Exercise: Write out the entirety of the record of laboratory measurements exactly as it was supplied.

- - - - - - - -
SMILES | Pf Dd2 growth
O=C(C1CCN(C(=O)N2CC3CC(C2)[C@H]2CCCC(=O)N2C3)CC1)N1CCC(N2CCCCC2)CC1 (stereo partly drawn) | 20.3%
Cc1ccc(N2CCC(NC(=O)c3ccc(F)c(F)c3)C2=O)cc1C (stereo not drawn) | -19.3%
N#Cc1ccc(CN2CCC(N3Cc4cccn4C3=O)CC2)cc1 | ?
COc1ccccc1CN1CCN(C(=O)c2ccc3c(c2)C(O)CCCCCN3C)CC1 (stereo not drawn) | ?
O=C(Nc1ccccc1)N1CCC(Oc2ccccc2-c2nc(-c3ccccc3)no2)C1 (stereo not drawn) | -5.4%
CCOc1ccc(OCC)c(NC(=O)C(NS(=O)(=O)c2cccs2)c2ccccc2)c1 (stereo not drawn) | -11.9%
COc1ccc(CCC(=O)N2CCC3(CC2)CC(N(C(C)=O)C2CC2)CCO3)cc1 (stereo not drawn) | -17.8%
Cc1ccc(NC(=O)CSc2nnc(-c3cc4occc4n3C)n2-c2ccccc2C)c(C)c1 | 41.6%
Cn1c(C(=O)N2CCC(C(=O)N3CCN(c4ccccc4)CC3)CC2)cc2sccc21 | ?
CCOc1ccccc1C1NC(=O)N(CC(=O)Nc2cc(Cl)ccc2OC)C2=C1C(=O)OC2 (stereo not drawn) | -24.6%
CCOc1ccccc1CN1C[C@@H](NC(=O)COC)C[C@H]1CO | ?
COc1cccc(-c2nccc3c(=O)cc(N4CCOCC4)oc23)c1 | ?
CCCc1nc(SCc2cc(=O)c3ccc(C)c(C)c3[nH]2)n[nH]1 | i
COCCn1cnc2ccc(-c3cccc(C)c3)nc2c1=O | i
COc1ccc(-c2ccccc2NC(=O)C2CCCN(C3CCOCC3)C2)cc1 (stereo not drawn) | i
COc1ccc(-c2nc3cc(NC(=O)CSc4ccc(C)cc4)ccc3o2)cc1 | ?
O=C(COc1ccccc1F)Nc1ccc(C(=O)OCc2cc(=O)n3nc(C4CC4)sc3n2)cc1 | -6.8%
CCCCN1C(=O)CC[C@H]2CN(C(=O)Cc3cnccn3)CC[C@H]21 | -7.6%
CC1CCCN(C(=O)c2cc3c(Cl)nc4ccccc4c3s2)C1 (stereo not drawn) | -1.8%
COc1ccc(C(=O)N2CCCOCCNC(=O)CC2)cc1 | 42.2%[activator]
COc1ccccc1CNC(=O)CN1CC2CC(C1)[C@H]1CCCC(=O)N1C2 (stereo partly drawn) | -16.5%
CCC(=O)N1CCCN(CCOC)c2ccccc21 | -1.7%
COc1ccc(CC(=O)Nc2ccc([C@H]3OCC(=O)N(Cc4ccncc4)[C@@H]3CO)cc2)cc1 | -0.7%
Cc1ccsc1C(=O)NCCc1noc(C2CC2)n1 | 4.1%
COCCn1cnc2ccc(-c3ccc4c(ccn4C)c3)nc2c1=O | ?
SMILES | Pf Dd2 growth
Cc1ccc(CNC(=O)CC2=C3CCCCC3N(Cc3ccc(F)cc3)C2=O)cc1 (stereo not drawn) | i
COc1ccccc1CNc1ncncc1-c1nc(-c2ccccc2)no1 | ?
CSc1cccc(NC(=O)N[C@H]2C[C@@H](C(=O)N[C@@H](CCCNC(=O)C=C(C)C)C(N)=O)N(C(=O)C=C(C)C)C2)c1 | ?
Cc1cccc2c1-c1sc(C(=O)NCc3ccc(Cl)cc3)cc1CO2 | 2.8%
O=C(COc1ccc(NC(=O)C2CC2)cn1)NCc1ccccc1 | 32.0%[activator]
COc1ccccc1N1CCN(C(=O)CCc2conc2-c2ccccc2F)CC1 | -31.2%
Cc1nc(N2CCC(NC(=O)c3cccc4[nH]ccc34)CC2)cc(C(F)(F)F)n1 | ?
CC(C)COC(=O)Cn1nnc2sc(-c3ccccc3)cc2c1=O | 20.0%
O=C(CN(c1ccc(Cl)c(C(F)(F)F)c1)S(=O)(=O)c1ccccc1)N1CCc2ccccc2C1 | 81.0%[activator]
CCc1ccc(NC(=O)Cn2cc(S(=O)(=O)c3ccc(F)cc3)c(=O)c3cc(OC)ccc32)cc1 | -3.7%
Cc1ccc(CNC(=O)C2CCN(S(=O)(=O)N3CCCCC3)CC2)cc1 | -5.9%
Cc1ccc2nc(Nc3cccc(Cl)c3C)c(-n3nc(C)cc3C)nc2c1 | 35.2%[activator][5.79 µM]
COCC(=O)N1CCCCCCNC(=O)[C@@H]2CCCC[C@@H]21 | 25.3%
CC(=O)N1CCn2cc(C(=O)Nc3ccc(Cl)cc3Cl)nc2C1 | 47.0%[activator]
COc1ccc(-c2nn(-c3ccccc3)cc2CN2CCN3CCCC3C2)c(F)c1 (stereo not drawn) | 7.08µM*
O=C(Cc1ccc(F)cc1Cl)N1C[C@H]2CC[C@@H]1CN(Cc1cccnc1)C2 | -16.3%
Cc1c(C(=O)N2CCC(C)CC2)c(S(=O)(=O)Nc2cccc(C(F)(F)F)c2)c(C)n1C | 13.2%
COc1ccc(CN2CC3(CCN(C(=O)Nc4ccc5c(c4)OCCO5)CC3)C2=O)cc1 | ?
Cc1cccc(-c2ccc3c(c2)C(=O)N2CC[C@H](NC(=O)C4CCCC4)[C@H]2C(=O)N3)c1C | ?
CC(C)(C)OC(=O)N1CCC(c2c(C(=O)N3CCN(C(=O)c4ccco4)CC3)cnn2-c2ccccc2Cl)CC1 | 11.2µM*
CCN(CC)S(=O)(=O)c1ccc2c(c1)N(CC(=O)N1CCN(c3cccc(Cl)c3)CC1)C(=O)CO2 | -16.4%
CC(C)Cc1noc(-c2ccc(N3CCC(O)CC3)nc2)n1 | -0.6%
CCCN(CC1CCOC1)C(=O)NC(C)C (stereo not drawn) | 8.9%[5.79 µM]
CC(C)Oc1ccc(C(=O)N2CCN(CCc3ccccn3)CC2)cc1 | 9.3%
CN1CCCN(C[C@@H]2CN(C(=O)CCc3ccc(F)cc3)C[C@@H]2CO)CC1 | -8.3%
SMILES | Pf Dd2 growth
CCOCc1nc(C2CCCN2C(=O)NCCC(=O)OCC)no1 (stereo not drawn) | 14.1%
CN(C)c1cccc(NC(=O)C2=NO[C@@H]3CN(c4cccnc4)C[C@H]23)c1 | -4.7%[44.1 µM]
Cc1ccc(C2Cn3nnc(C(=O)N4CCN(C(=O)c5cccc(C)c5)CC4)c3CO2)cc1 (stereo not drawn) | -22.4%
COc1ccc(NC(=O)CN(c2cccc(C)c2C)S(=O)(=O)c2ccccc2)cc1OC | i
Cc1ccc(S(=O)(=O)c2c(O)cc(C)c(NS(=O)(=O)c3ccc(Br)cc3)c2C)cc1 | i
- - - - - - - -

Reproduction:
SMILES | Pf Dd2 growth
O=C(C1CCN(C(=O)N2CC3CC(C2)[C@H]2CCCC(=O)N2C3)CC1)N1CCC(N2CCCCC2)CC1 (stereo partly drawn) | 20.3%
Cc1ccc(N2CCC(NC(=O)c3ccc(F)c(F)c3)C2=O)cc1C (stereo not drawn) | -19.3%
N#Cc1ccc(CN2CCC(N3Cc4cccn4C3=O)CC2)cc1 | ?
COc1ccccc1CN1CCN(C(=O)c2ccc3c(c2)C(O)CCCCCN3C)CC1 (stereo not drawn) | ?
O=C(Nc1ccccc1)N1CCC(Oc2ccccc2-c2nc(-c3ccccc3)no2)C1 (stereo not drawn) | -5.4%
CCOc1ccc(OCC)c(NC(=O)C(NS(=O)(=O)c2cccs2)c2ccccc2)c1 (stereo not drawn) | -11.9%
COc1ccc(CCC(=O)N2CCC3(CC2)CC(N(C(C)=O)C2CC2)CCO3)cc1 (stereo not drawn) | -17.8%
Cc1ccc(NC(=O)CSc2nnc(-c3cc4occc4n3C)n2-c2ccccc2C)c(C)c1 | 41.6%
Cn1c(C(=O)N2CCC(C(=O)N3CCN(c4ccccc4)CC3)CC2)cc2sccc21 | ?
CCOc1ccccc1C1NC(=O)N(CC(=O)Nc2cc(Cl)ccc2OC)C2=C1C(=O)OC2 (stereo not drawn) | -24.6%
CCOc1ccccc1CN1C[C@@H](NC(=O)COC)C[C@H]1CO | ?
COc1cccc(-c2nccc3c(=O)cc(N4CCOCC4)oc23)c1 | ?
CCCc1nc(SCc2cc(=O)c3ccc(C)c(C)c3[nH]2)n[nH]1 | i
COCCn1cnc2ccc(-c3cccc(C)c3)nc2c1=O | i
COc1ccc(-c2ccccc2NC(=O)C2CCCN(C3CCOCC3)C2)cc1 (stereo not drawn) | i
COc1ccc(-c2nc3cc(NC(=O)CSc4ccc(C)cc4)ccc3o2)cc1 | ?
O=C(COc1ccccc1F)Nc1ccc(C(=O)OCc2cc(=O)n3nc(C4CC4)sc3n2)cc1 | -6.8%
CCCCN1C(=O)CC[C@H]2CN(C(=O)Cc3cnccn3)CC[C@H]21 | -7.6%
CC1CCCN(C(=O)c2cc3c(Cl)nc4ccccc4c3s2)C1 (stereo not drawn) | -1.8%
COc1ccc(C(=O)N2CCCOCCNC(=O)CC2)cc1 | 42.2%[activator]
COc1ccccc1CNC(=O)CN1CC2CC(C1)[C@H]1CCCC(=O)N1C2 (stereo partly drawn) | -16.5%
CCC(=O)N1CCCN(CCOC)c2ccccc21 | -1.7%
COc1ccc(CC(=O)Nc2ccc([C@H]3OCC(=O)N(Cc4ccncc4)[C@@H]3CO)cc2)cc1 | -0.7%
Cc1ccsc1C(=O)NCCc1noc(C2CC2)n1 | 4.1%
COCCn1cnc2ccc(-c3ccc4c(ccn4C)c3)nc2c1=O | ?
SMILES | Pf Dd2 growth
Cc1ccc(CNC(=O)CC2=C3CCCCC3N(Cc3ccc(F)cc3)C2=O)cc1 (stereo not drawn) | i
COc1ccccc1CNc1ncncc1-c1nc(-c2ccccc2)no1 | ?
CSc1cccc(NC(=O)N[C@H]2C[C@@H](C(=O)N[C@@H](CCCNC(=O)C=C(C)C)C(N)=O)N(C(=O)C=C(C)C)C2)c1 | ?
Cc1cccc2c1-c1sc(C(=O)NCc3ccc(Cl)cc3)cc1CO2 | 2.8%
O=C(COc1ccc(NC(=O)C2CC2)cn1)NCc1ccccc1 | 32.0%[activator]
COc1ccccc1N1CCN(C(=O)CCc2conc2-c2ccccc2F)CC1 | -31.2%
Cc1nc(N2CCC(NC(=O)c3cccc4[nH]ccc34)CC2)cc(C(F)(F)F)n1 | ?
CC(C)COC(=O)Cn1nnc2sc(-c3ccccc3)cc2c1=O | 20.0%
O=C(CN(c1ccc(Cl)c(C(F)(F)F)c1)S(=O)(=O)c1ccccc1)N1CCc2ccccc2C1 | 81.0%[activator]
CCc1ccc(NC(=O)Cn2cc(S(=O)(=O)c3ccc(F)cc3)c(=O)c3cc(OC)ccc32)cc1 | -3.7%
Cc1ccc(CNC(=O)C2CCN(S(=O)(=O)N3CCCCC3)CC2)cc1 | -5.9%
Cc1ccc2nc(Nc3cccc(Cl)c3C)c(-n3nc(C)cc3C)nc2c1 | 35.2%[activator][5.79 µM]
COCC(=O)N1CCCCCCNC(=O)[C@@H]2CCCC[C@@H]21 | 25.3%
CC(=O)N1CCn2cc(C(=O)Nc3ccc(Cl)cc3Cl)nc2C1 | 47.0%[activator]
COc1ccc(-c2nn(-c3ccccc3)cc2CN2CCN3CCCC3C2)c(F)c1 (stereo not drawn) | 7.08µM*
O=C(Cc1ccc(F)cc1Cl)N1C[C@H]2CC[C@@H]1CN(Cc1cccnc1)C2 | -16.3%
Cc1c(C(=O)N2CCC(C)CC2)c(S(=O)(=O)Nc2cccc(C(F)(F)F)c2)c(C)n1C | 13.2%
COc1ccc(CN2CC3(CCN(C(=O)Nc4ccc5c(c4)OCCO5)CC3)C2=O)cc1 | ?
Cc1cccc(-c2ccc3c(c2)C(=O)N2CC[C@H](NC(=O)C4CCCC4)[C@H]2C(=O)N3)c1C | ?
CC(C)(C)OC(=O)N1CCC(c2c(C(=O)N3CCN(C(=O)c4ccco4)CC3)cnn2-c2ccccc2Cl)CC1 | 11.2µM*
CCN(CC)S(=O)(=O)c1ccc2c(c1)N(CC(=O)N1CCN(c3cccc(Cl)c3)CC1)C(=O)CO2 | -16.4%
CC(C)Cc1noc(-c2ccc(N3CCC(O)CC3)nc2)n1 | -0.6%
CCCN(CC1CCOC1)C(=O)NC(C)C (stereo not drawn) | 8.9%[5.79 µM]
CC(C)Oc1ccc(C(=O)N2CCN(CCc3ccccn3)CC2)cc1 | 9.3%
CN1CCCN(C[C@@H]2CN(C(=O)CCc3ccc(F)cc3)C[C@@H]2CO)CC1 | -8.3%
SMILES | Pf Dd2 growth
CCOCc1nc(C2CCCN2C(=O)NCCC(=O)OCC)no1 (stereo not drawn) | 14.1%
CN(C)c1cccc(NC(=O)C2=NO[C@@H]3CN(c4cccnc4)C[C@H]23)c1 | -4.7%[44.1 µM]
Cc1ccc(C2Cn3nnc(C(=O)N4CCN(C(=O)c5cccc(C)c5)CC4)c3CO2)cc1 (stereo not drawn) | -22.4%
COc1ccc(NC(=O)CN(c2cccc(C)c2C)S(=O)(=O)c2ccccc2)cc1OC | i
Cc1ccc(S(=O)(=O)c2c(O)cc(C)c(NS(=O)(=O)c3ccc(Br)cc3)c2C)cc1 | i